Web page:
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Immunology

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Abstract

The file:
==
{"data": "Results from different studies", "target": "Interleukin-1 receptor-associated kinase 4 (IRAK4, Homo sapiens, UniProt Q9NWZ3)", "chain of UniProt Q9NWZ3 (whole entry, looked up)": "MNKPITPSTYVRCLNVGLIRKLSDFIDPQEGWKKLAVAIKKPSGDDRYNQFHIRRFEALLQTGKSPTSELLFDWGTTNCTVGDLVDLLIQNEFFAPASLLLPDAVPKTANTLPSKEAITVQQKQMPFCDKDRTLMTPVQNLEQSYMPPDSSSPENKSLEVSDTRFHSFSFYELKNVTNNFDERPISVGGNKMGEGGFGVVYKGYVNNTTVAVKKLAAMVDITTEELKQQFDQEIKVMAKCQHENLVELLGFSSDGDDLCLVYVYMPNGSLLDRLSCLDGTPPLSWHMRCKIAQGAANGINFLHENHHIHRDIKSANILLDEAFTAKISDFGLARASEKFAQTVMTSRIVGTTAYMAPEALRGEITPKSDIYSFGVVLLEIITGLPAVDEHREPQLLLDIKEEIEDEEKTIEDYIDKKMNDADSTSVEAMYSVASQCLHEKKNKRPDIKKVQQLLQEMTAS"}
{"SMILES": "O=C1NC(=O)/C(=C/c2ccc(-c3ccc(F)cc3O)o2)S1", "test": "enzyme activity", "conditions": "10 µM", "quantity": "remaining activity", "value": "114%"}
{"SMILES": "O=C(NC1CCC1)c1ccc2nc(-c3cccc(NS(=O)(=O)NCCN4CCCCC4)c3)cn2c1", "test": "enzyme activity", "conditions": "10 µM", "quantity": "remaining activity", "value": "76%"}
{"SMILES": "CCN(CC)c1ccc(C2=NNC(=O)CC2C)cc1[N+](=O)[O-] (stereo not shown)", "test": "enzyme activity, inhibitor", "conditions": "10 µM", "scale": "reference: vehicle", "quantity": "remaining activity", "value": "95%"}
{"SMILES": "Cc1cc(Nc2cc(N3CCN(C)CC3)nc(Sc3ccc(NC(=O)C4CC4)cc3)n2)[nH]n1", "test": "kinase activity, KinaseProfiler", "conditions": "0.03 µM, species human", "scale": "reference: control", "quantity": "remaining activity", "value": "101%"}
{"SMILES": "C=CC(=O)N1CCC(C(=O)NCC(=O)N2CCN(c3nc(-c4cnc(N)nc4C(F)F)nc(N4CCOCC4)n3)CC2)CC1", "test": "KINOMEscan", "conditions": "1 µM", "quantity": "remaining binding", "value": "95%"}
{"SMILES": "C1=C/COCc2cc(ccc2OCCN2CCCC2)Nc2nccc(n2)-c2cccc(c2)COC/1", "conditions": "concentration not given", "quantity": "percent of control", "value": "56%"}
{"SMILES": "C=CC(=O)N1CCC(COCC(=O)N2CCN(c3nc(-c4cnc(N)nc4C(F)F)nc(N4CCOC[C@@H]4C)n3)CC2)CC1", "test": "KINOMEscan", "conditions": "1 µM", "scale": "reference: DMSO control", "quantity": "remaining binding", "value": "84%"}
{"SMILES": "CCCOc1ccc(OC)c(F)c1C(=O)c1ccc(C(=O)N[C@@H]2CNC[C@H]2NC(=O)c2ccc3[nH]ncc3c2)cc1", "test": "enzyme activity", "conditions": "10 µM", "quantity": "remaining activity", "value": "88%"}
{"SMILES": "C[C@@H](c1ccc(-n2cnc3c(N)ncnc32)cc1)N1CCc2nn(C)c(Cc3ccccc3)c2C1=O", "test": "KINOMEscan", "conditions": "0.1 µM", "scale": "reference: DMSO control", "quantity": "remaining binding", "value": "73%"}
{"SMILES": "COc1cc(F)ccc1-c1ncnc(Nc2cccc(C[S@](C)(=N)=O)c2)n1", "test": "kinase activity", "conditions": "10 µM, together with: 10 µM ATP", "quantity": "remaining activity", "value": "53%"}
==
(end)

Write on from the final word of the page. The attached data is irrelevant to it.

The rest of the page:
The concept of forbidden foods that should not be eaten goes back to the Garden of Eden and apart from its religious meanings it may also have foreshadowed the concept of foods that can provoke adverse reactions. Thus we could say that allergic diseases have plagued mankind since the beginning of life on earth. The prophet Job was affected by a condition that following the rare symptoms described by the Holy Bible might be identified as a severe form of atopic dermatitis (AD). The earliest record of an apparently allergic reaction is 2621 B.C., when death from stinging insects was first described by hieroglyphics carved into the walls of the tomb of Pharaoh Menes depicting his death following the sting of a wasp. In 79 A.D., the death of the Roman admiral Pliny the Elder was ascribed to the SO2-rich gases emanating from the eruption of Mount Vesuvius. Hippocrates (460–377 B.C.) was probably the first to describe how cow’s milk (CM) could cause gastric upset and hives, proposing dietetic measures including both treatment and prevention for CM allergy.

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